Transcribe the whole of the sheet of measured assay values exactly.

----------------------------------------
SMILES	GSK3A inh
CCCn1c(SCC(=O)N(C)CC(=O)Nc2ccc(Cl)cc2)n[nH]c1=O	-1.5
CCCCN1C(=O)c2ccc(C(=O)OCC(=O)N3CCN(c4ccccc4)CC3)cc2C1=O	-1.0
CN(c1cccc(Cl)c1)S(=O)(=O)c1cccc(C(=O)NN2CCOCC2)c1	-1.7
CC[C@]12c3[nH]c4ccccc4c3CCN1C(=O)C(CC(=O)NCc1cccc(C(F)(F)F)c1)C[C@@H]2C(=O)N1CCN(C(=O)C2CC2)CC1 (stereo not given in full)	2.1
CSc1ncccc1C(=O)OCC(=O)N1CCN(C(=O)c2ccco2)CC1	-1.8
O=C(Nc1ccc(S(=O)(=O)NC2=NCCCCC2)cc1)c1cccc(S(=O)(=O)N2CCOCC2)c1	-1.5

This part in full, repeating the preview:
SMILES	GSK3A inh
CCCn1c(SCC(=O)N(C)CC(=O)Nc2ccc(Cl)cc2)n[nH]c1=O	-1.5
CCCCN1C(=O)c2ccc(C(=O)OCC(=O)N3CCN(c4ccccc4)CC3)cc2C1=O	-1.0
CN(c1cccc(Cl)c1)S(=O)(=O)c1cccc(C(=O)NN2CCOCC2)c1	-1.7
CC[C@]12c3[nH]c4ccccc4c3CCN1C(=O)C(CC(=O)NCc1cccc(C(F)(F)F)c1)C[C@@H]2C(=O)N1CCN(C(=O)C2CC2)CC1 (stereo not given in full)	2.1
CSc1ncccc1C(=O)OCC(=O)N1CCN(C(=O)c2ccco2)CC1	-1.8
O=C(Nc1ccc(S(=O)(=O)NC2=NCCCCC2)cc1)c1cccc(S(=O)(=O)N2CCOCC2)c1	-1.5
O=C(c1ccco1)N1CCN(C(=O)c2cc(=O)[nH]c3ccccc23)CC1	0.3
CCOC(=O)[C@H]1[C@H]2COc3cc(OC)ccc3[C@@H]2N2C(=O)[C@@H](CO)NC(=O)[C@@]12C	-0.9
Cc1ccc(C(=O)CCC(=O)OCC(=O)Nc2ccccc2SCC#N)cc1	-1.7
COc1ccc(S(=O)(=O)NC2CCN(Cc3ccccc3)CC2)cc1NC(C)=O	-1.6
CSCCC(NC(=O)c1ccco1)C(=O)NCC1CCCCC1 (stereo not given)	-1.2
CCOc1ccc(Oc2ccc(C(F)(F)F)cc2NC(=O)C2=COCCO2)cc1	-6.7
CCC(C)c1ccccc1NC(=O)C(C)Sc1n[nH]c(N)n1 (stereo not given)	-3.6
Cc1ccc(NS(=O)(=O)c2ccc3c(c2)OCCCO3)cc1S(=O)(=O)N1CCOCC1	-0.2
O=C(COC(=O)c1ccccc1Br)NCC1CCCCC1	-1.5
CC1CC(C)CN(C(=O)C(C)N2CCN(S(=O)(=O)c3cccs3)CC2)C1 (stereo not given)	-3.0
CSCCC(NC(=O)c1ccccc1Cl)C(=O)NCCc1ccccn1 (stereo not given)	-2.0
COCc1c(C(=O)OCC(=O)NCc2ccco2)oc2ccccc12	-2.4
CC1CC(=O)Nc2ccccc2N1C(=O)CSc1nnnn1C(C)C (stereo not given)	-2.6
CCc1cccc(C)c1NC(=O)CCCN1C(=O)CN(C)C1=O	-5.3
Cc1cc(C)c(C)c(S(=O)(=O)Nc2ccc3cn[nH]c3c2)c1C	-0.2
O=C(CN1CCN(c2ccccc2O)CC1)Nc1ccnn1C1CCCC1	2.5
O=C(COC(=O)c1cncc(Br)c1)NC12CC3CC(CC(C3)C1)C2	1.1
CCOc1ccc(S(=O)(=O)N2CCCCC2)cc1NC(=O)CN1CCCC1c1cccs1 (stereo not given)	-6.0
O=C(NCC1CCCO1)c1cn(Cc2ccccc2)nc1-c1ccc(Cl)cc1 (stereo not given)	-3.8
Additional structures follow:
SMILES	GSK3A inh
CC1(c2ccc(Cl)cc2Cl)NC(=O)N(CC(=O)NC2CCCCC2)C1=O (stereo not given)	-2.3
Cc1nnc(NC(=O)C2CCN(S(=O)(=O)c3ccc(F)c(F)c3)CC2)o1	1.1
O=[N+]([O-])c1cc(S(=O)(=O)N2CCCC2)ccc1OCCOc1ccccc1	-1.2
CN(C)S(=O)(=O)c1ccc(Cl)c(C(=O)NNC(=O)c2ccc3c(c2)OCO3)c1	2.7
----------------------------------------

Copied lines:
SMILES	GSK3A inh
CCCn1c(SCC(=O)N(C)CC(=O)Nc2ccc(Cl)cc2)n[nH]c1=O	-1.5
CCCCN1C(=O)c2ccc(C(=O)OCC(=O)N3CCN(c4ccccc4)CC3)cc2C1=O	-1.0
CN(c1cccc(Cl)c1)S(=O)(=O)c1cccc(C(=O)NN2CCOCC2)c1	-1.7
CC[C@]12c3[nH]c4ccccc4c3CCN1C(=O)C(CC(=O)NCc1cccc(C(F)(F)F)c1)C[C@@H]2C(=O)N1CCN(C(=O)C2CC2)CC1 (stereo not given in full)	2.1
CSc1ncccc1C(=O)OCC(=O)N1CCN(C(=O)c2ccco2)CC1	-1.8
O=C(Nc1ccc(S(=O)(=O)NC2=NCCCCC2)cc1)c1cccc(S(=O)(=O)N2CCOCC2)c1	-1.5

This part in full, repeating the preview:
SMILES	GSK3A inh
CCCn1c(SCC(=O)N(C)CC(=O)Nc2ccc(Cl)cc2)n[nH]c1=O	-1.5
CCCCN1C(=O)c2ccc(C(=O)OCC(=O)N3CCN(c4ccccc4)CC3)cc2C1=O	-1.0
CN(c1cccc(Cl)c1)S(=O)(=O)c1cccc(C(=O)NN2CCOCC2)c1	-1.7
CC[C@]12c3[nH]c4ccccc4c3CCN1C(=O)C(CC(=O)NCc1cccc(C(F)(F)F)c1)C[C@@H]2C(=O)N1CCN(C(=O)C2CC2)CC1 (stereo not given in full)	2.1
CSc1ncccc1C(=O)OCC(=O)N1CCN(C(=O)c2ccco2)CC1	-1.8
O=C(Nc1ccc(S(=O)(=O)NC2=NCCCCC2)cc1)c1cccc(S(=O)(=O)N2CCOCC2)c1	-1.5
O=C(c1ccco1)N1CCN(C(=O)c2cc(=O)[nH]c3ccccc23)CC1	0.3
CCOC(=O)[C@H]1[C@H]2COc3cc(OC)ccc3[C@@H]2N2C(=O)[C@@H](CO)NC(=O)[C@@]12C	-0.9
Cc1ccc(C(=O)CCC(=O)OCC(=O)Nc2ccccc2SCC#N)cc1	-1.7
COc1ccc(S(=O)(=O)NC2CCN(Cc3ccccc3)CC2)cc1NC(C)=O	-1.6
CSCCC(NC(=O)c1ccco1)C(=O)NCC1CCCCC1 (stereo not given)	-1.2
CCOc1ccc(Oc2ccc(C(F)(F)F)cc2NC(=O)C2=COCCO2)cc1	-6.7
CCC(C)c1ccccc1NC(=O)C(C)Sc1n[nH]c(N)n1 (stereo not given)	-3.6
Cc1ccc(NS(=O)(=O)c2ccc3c(c2)OCCCO3)cc1S(=O)(=O)N1CCOCC1	-0.2
O=C(COC(=O)c1ccccc1Br)NCC1CCCCC1	-1.5
CC1CC(C)CN(C(=O)C(C)N2CCN(S(=O)(=O)c3cccs3)CC2)C1 (stereo not given)	-3.0
CSCCC(NC(=O)c1ccccc1Cl)C(=O)NCCc1ccccn1 (stereo not given)	-2.0
COCc1c(C(=O)OCC(=O)NCc2ccco2)oc2ccccc12	-2.4
CC1CC(=O)Nc2ccccc2N1C(=O)CSc1nnnn1C(C)C (stereo not given)	-2.6
CCc1cccc(C)c1NC(=O)CCCN1C(=O)CN(C)C1=O	-5.3
Cc1cc(C)c(C)c(S(=O)(=O)Nc2ccc3cn[nH]c3c2)c1C	-0.2
O=C(CN1CCN(c2ccccc2O)CC1)Nc1ccnn1C1CCCC1	2.5
O=C(COC(=O)c1cncc(Br)c1)NC12CC3CC(CC(C3)C1)C2	1.1
CCOc1ccc(S(=O)(=O)N2CCCCC2)cc1NC(=O)CN1CCCC1c1cccs1 (stereo not given)	-6.0
O=C(NCC1CCCO1)c1cn(Cc2ccccc2)nc1-c1ccc(Cl)cc1 (stereo not given)	-3.8
Additional structures follow:
SMILES	GSK3A inh
CC1(c2ccc(Cl)cc2Cl)NC(=O)N(CC(=O)NC2CCCCC2)C1=O (stereo not given)	-2.3
Cc1nnc(NC(=O)C2CCN(S(=O)(=O)c3ccc(F)c(F)c3)CC2)o1	1.1
O=[N+]([O-])c1cc(S(=O)(=O)N2CCCC2)ccc1OCCOc1ccccc1	-1.2
CN(C)S(=O)(=O)c1ccc(Cl)c(C(=O)NNC(=O)c2ccc3c(c2)OCO3)c1	2.7